After choosing the curriculum and informing family members about our decision to home school Lucas, I began using the workbooks provided. “Friends” and family alike were in a rage about Lucas being home schooled, as if it was some of their business. They had never watched as he was treated like an outcast by “a good Christian woman” in a room full of “normal” children. They had never seen people laugh when he read the words to a song from the church hymnal, thinking that it was just a memorization. They had never seen a 18 year old boy scream at him in the church parking lot until he ran to the car crying. They only knew that they wanted him to be like other kids. You know what they say, “Opinions are like (body part), everybody has one.” I have also heard that you can wish in one hand and urinate in the other and see which one gets full the fastest.” and “You can’t always get what you want.” as spoken by the great Mick Jagger. People who supposedly readily accepted the will of God in their lives were simply unwilling to accept the fact that the same path is not necessarily the best path for everyone. I home schooled him anyway.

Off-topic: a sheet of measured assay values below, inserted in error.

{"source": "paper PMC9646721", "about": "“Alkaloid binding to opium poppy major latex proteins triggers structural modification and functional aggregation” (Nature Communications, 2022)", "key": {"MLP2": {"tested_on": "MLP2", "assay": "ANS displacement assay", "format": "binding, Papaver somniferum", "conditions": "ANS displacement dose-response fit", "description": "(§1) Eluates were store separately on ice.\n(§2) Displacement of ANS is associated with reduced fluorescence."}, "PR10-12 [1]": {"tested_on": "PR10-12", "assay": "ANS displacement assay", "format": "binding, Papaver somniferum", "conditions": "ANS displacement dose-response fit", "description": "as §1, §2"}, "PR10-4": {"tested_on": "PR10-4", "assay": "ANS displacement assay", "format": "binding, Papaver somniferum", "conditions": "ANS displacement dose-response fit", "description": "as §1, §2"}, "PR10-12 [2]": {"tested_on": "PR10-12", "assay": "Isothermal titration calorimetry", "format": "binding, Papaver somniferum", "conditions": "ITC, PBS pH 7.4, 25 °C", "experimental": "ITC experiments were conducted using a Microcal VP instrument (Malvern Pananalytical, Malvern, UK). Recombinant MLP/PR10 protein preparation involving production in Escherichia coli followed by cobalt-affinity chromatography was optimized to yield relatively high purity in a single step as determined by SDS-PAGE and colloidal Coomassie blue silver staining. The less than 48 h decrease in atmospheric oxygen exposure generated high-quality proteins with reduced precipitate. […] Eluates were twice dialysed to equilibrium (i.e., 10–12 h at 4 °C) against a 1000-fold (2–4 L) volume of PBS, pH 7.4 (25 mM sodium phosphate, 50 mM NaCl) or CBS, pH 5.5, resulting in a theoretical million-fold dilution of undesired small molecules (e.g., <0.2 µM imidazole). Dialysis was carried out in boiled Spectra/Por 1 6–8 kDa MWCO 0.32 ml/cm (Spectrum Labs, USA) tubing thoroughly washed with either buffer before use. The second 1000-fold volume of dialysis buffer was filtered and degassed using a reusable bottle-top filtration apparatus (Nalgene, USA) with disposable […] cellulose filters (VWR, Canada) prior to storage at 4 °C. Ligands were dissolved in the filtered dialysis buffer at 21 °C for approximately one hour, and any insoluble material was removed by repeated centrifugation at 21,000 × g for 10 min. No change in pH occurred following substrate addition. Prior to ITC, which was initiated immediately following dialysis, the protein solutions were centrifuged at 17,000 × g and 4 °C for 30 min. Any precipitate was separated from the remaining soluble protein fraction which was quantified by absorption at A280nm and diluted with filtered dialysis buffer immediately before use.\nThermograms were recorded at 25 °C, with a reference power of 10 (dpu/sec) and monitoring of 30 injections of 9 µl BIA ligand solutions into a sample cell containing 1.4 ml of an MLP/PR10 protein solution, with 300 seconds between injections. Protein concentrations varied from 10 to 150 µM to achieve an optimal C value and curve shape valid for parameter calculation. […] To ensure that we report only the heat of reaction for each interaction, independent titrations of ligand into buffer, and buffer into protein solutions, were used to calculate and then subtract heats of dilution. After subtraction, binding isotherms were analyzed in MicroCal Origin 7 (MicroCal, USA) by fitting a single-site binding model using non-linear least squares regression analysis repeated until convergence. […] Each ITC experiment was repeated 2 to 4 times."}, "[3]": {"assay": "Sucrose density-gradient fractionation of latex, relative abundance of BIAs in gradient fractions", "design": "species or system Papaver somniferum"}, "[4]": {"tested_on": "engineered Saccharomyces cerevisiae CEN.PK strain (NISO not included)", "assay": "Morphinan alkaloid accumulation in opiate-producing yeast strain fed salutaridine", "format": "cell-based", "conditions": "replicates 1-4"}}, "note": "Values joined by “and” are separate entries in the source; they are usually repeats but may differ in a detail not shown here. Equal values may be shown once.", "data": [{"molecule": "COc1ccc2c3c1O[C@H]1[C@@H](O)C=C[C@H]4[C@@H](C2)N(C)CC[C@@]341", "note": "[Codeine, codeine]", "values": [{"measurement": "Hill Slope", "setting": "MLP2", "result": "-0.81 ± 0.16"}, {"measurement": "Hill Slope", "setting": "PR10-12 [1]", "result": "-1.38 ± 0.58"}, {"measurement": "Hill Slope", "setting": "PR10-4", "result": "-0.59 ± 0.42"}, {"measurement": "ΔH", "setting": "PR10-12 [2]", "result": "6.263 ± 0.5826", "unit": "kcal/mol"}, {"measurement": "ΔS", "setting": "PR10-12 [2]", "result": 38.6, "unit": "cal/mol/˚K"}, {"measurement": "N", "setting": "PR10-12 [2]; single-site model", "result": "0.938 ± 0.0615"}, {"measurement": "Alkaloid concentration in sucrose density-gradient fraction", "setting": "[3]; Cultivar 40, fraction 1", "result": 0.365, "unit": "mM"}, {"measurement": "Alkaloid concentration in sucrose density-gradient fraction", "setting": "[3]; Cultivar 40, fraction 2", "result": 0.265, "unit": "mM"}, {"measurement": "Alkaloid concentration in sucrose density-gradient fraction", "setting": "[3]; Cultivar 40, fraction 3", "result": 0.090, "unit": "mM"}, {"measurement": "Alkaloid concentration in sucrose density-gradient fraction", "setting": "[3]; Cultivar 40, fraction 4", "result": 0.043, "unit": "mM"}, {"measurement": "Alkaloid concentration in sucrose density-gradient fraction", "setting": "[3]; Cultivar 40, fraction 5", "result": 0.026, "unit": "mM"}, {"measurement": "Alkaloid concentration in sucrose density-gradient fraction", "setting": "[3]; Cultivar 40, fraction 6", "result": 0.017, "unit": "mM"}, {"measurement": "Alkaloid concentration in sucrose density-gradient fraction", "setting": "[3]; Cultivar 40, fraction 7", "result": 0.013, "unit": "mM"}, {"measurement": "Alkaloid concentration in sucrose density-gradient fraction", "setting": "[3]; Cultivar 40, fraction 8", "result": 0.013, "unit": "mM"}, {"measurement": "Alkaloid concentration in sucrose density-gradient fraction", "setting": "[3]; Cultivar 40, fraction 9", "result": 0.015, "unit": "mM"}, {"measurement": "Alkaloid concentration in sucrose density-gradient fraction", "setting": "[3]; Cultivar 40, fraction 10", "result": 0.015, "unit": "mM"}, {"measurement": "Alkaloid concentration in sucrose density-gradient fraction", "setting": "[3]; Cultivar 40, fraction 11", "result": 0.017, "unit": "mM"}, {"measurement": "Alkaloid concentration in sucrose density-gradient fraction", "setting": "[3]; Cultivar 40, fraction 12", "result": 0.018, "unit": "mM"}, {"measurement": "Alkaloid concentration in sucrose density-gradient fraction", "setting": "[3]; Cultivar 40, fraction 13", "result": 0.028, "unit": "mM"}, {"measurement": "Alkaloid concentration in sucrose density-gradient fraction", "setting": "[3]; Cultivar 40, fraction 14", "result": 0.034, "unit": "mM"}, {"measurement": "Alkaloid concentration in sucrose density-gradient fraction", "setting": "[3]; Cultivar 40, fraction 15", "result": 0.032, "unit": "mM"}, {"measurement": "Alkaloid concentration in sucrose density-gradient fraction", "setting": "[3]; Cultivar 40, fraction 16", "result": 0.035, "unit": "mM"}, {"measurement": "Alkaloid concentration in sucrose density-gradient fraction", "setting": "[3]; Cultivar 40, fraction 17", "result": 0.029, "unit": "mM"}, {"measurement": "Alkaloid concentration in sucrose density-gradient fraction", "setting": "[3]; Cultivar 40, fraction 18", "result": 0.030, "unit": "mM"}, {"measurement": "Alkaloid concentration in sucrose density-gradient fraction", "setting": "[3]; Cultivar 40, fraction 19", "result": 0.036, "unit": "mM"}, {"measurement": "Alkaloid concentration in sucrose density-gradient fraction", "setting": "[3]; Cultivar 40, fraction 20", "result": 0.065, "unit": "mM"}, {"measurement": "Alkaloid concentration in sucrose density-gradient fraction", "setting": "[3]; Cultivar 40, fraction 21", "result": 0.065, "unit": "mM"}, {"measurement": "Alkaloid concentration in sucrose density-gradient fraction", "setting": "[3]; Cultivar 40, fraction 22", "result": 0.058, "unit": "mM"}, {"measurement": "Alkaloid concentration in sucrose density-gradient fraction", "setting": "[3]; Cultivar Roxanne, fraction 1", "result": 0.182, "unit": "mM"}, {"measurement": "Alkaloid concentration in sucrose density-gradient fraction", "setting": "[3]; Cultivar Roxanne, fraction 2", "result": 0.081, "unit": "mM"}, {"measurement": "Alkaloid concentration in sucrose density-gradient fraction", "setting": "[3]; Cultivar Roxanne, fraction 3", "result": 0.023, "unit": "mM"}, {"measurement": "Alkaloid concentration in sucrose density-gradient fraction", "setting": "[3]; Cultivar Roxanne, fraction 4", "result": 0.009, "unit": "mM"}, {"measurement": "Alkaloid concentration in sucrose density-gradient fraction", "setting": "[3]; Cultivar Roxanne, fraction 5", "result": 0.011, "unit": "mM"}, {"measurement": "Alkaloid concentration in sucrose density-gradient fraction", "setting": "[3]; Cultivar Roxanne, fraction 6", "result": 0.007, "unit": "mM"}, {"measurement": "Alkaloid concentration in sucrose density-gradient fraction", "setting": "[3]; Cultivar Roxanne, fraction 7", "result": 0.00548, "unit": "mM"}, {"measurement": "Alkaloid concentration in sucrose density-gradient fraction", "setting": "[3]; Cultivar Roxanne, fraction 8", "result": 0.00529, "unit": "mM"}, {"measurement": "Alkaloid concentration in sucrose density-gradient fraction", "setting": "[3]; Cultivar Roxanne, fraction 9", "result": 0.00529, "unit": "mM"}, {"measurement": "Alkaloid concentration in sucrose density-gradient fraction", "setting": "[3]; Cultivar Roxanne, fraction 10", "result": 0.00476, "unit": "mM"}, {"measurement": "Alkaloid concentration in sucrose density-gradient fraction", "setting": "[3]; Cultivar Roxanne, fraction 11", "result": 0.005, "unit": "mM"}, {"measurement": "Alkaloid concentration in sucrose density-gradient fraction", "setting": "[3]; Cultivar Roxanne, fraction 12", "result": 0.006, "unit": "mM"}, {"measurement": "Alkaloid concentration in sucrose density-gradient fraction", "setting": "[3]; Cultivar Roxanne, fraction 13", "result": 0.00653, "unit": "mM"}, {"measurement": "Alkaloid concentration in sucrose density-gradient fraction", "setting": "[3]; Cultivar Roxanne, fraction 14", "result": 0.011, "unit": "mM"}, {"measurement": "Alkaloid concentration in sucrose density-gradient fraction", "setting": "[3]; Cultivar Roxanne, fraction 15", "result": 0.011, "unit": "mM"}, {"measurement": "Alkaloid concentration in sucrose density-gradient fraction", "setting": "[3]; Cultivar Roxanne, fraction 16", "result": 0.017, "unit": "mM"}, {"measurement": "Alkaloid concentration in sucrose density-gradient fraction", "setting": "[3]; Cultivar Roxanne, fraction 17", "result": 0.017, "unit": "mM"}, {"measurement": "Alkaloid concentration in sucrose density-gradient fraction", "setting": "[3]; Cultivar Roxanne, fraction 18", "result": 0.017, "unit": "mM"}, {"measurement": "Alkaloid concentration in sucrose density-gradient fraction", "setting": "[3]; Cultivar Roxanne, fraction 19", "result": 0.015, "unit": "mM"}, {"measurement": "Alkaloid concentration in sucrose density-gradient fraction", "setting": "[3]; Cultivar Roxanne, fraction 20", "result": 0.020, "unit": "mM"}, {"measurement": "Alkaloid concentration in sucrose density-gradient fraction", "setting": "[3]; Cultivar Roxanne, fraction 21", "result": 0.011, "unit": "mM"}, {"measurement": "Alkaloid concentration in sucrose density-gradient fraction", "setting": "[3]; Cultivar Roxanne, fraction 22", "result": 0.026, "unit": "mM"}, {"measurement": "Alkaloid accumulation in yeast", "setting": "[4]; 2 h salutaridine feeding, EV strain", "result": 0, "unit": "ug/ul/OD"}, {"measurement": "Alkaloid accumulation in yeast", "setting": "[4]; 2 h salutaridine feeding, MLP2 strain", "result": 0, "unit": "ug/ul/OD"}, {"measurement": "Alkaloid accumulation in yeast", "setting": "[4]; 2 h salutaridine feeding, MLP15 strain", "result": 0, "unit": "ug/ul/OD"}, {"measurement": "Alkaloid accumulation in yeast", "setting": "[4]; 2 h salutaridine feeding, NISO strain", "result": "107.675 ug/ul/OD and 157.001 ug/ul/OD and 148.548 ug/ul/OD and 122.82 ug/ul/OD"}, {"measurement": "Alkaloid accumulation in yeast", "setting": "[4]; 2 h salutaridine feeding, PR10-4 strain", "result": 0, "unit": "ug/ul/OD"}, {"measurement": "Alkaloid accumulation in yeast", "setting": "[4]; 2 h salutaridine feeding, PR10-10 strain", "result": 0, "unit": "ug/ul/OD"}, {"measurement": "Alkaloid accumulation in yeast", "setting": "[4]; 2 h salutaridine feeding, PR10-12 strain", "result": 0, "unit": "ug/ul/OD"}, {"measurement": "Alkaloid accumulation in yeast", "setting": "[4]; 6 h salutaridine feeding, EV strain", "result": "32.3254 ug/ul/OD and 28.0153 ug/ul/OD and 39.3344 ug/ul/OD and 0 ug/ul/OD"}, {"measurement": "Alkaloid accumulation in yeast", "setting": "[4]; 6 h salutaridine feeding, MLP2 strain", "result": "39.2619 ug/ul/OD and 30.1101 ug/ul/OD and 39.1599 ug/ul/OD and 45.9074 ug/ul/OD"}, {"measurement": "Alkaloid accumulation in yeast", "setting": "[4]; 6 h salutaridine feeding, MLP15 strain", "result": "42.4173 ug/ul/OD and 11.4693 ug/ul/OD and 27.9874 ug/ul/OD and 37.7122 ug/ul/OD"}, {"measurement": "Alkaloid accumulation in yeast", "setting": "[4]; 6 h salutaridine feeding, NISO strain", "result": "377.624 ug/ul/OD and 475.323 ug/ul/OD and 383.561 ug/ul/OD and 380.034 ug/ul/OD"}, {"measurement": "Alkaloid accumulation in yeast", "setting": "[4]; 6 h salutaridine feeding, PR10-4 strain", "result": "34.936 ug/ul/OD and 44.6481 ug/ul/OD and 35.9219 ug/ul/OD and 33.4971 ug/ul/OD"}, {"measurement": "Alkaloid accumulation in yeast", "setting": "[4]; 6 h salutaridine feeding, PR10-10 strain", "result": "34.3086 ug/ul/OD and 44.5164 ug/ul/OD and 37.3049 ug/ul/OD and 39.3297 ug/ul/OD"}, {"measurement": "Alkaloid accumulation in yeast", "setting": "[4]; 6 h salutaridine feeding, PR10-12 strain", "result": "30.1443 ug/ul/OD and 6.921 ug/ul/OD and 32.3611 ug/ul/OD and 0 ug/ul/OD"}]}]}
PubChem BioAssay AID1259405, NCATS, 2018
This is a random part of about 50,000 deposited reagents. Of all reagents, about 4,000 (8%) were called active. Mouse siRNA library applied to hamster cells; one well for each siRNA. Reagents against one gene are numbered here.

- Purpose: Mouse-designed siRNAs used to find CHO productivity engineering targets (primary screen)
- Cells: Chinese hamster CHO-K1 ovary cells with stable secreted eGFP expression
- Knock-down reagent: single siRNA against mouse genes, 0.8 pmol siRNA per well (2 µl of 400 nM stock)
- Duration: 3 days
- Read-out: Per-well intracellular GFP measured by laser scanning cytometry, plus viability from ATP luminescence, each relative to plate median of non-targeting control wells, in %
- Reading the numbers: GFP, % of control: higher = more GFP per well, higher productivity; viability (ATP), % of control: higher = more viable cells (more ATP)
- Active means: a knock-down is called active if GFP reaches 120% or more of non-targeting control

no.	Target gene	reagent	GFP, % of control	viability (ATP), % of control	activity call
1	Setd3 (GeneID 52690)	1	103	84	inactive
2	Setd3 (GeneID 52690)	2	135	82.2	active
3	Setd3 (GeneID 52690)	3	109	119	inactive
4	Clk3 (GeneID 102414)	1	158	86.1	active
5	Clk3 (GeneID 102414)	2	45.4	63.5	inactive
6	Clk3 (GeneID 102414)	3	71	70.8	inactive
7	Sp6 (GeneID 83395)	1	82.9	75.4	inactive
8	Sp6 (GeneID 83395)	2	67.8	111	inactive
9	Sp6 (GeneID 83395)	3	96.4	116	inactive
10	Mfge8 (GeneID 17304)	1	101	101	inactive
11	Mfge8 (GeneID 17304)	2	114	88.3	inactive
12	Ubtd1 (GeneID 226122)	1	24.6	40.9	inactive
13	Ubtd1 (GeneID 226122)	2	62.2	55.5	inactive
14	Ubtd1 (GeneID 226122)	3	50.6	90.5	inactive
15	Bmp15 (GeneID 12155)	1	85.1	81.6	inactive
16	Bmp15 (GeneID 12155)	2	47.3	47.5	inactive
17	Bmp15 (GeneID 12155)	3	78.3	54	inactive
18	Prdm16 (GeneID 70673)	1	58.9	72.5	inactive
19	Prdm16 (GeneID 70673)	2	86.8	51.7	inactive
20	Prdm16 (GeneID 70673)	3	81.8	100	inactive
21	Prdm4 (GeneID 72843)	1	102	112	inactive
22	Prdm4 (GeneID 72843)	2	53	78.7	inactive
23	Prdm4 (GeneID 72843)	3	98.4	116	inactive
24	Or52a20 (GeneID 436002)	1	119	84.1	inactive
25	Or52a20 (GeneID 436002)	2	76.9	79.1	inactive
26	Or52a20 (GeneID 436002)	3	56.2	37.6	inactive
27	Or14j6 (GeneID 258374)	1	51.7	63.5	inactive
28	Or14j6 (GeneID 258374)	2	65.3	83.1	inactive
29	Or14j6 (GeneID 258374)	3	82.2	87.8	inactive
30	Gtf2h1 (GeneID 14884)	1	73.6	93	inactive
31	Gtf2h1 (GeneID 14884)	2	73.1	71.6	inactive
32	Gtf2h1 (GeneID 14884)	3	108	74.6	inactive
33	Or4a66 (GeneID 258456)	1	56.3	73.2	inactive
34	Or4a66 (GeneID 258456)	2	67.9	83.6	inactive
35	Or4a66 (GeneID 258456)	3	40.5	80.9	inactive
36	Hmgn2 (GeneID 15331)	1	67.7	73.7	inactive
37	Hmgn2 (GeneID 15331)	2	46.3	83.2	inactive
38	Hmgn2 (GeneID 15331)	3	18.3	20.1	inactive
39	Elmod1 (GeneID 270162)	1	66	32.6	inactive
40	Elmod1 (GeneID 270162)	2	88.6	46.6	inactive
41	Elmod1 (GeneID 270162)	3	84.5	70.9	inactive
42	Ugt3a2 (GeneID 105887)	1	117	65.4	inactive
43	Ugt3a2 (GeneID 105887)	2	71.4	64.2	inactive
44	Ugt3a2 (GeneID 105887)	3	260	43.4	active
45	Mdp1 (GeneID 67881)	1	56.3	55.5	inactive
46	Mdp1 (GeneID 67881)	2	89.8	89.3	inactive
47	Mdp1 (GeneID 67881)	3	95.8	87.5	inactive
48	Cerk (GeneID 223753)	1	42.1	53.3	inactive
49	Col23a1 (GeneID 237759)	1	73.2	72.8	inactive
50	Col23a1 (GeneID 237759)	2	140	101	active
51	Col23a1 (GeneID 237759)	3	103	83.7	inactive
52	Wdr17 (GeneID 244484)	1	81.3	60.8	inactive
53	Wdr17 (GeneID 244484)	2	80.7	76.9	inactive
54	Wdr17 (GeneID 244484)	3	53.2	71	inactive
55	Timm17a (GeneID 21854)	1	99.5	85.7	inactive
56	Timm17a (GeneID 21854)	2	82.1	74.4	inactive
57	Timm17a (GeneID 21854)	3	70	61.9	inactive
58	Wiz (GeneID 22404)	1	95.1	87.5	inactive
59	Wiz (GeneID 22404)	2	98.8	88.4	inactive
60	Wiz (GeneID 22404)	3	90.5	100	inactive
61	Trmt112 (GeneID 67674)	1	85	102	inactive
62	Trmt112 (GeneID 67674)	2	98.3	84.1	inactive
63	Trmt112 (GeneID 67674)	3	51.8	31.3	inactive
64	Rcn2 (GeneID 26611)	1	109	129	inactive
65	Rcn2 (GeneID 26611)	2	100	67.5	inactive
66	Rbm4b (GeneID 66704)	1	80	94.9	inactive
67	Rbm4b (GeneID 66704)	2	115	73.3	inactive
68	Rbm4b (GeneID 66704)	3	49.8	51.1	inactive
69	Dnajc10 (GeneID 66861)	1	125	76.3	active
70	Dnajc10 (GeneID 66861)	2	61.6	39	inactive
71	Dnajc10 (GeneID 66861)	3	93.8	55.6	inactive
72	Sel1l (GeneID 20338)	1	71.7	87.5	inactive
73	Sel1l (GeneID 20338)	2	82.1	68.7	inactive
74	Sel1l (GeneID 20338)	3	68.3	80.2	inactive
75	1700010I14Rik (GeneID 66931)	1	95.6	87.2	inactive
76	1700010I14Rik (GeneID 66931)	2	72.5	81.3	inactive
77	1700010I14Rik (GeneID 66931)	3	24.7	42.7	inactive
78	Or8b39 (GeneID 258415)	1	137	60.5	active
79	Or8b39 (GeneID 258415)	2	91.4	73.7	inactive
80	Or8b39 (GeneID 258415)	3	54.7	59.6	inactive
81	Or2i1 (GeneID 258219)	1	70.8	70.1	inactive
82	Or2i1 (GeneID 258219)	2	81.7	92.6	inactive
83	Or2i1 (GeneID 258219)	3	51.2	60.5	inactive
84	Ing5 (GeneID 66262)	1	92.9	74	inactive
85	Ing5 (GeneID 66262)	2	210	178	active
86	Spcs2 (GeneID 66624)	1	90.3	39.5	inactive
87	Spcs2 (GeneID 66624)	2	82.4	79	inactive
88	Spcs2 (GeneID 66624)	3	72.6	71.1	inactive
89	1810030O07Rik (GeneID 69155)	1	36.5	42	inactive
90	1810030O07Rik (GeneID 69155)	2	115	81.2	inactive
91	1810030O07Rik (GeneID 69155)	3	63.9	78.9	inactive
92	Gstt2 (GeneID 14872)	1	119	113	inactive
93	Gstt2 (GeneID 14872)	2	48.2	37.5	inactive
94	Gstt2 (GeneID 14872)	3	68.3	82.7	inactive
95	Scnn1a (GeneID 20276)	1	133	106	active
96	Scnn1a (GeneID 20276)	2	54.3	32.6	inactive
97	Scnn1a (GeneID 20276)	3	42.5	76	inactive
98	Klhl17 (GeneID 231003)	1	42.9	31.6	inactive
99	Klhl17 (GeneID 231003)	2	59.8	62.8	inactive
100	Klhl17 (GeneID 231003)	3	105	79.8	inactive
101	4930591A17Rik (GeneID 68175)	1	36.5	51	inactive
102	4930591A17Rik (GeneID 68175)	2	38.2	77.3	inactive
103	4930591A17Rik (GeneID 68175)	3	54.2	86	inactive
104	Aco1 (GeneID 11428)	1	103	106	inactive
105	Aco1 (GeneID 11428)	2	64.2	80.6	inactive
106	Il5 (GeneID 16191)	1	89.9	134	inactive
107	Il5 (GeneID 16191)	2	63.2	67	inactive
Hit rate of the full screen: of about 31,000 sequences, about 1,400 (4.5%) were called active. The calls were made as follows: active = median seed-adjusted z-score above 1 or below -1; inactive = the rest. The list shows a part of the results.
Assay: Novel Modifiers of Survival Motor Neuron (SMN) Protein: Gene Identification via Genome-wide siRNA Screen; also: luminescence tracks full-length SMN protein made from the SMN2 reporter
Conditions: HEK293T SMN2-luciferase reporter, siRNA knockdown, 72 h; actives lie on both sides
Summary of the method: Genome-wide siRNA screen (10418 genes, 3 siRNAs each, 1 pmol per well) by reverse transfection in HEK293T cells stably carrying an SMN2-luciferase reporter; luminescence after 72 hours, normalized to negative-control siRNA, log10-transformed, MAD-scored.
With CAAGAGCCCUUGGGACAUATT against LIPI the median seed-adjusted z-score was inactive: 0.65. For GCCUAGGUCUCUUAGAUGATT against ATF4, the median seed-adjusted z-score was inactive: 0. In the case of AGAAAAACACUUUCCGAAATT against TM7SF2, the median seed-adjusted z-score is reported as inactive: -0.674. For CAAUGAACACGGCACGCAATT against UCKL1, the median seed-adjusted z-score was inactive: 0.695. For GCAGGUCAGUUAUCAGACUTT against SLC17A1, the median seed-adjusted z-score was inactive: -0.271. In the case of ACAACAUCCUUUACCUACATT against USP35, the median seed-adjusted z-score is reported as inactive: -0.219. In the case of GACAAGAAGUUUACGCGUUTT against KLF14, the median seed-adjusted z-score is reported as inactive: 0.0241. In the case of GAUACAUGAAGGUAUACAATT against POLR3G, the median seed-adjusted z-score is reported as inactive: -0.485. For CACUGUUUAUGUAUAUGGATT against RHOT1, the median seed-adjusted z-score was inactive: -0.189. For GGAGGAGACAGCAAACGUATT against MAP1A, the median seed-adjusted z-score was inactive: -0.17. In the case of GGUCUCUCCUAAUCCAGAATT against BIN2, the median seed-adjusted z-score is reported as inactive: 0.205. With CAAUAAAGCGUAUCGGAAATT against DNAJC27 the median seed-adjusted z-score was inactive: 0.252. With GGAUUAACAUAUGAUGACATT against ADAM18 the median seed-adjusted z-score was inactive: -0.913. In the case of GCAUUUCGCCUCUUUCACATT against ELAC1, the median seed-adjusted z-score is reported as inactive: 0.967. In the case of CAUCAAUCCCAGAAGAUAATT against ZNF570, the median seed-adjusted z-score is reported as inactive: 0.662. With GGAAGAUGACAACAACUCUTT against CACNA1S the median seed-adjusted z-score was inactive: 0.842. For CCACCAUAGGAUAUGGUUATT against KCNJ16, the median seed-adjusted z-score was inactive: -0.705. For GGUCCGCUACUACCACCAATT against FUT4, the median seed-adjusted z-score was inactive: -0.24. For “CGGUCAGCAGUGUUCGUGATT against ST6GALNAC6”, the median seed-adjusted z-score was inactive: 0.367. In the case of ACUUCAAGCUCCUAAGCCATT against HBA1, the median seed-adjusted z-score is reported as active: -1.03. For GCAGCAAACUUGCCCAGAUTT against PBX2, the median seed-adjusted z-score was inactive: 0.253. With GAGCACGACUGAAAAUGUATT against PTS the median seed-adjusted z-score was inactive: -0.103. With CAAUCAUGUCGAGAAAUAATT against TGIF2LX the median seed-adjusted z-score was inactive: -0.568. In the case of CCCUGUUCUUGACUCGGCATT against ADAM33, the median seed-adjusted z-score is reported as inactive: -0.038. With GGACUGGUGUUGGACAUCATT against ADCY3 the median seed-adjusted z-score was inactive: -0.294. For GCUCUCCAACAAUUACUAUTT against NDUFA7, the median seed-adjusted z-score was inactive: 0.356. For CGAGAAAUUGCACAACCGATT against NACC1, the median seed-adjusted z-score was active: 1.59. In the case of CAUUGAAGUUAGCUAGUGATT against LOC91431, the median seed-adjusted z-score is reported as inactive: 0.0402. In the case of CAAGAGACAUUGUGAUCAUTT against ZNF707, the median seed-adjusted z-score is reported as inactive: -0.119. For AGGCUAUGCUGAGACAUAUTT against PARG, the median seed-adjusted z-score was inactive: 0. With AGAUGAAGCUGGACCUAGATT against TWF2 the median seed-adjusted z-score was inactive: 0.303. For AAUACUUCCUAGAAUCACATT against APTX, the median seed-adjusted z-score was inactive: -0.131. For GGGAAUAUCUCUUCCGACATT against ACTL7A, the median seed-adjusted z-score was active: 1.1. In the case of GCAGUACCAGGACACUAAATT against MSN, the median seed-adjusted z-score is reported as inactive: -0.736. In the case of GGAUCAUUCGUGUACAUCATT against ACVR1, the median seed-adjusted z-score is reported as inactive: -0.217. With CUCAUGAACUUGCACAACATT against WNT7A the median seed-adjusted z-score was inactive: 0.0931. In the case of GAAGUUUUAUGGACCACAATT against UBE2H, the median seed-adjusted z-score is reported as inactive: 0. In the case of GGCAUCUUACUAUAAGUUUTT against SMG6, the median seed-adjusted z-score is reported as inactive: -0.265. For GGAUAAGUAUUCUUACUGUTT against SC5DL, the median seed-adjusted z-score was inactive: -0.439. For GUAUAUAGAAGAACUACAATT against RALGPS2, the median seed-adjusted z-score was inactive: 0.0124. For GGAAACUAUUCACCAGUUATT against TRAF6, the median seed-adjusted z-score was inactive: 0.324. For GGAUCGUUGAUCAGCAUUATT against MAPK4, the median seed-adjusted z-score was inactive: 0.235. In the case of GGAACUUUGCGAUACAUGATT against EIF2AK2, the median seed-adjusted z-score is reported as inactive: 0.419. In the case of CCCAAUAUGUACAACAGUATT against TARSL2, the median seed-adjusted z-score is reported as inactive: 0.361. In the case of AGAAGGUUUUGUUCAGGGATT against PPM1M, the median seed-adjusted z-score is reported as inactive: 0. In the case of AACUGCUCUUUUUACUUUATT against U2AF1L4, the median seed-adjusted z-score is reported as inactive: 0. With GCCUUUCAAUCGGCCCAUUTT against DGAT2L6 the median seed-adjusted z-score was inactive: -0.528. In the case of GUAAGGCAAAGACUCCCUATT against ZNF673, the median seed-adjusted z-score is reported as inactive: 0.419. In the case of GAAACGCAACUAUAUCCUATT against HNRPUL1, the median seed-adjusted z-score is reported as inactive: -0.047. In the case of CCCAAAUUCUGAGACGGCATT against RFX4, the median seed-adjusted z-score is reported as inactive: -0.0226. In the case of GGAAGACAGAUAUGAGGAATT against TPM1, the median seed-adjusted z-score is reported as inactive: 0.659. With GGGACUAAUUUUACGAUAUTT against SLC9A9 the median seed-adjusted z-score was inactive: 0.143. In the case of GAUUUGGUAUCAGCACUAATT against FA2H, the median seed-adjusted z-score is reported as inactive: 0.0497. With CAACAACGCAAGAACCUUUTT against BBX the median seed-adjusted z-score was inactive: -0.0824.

The truth is, we pretty much just jumped right over kindergarten because Lucas already knew all of that. We went right to the first grade studies and the work was incredibly easy for him. By law, you only have to spend a few hours per day in actual studies and even that was not necessary. After he saw the material one time, he had it. The worksheets and tests were a breeze. I had been right, he would have been held back in the public system. Book knowledge came easy for him.

The Grammer School Years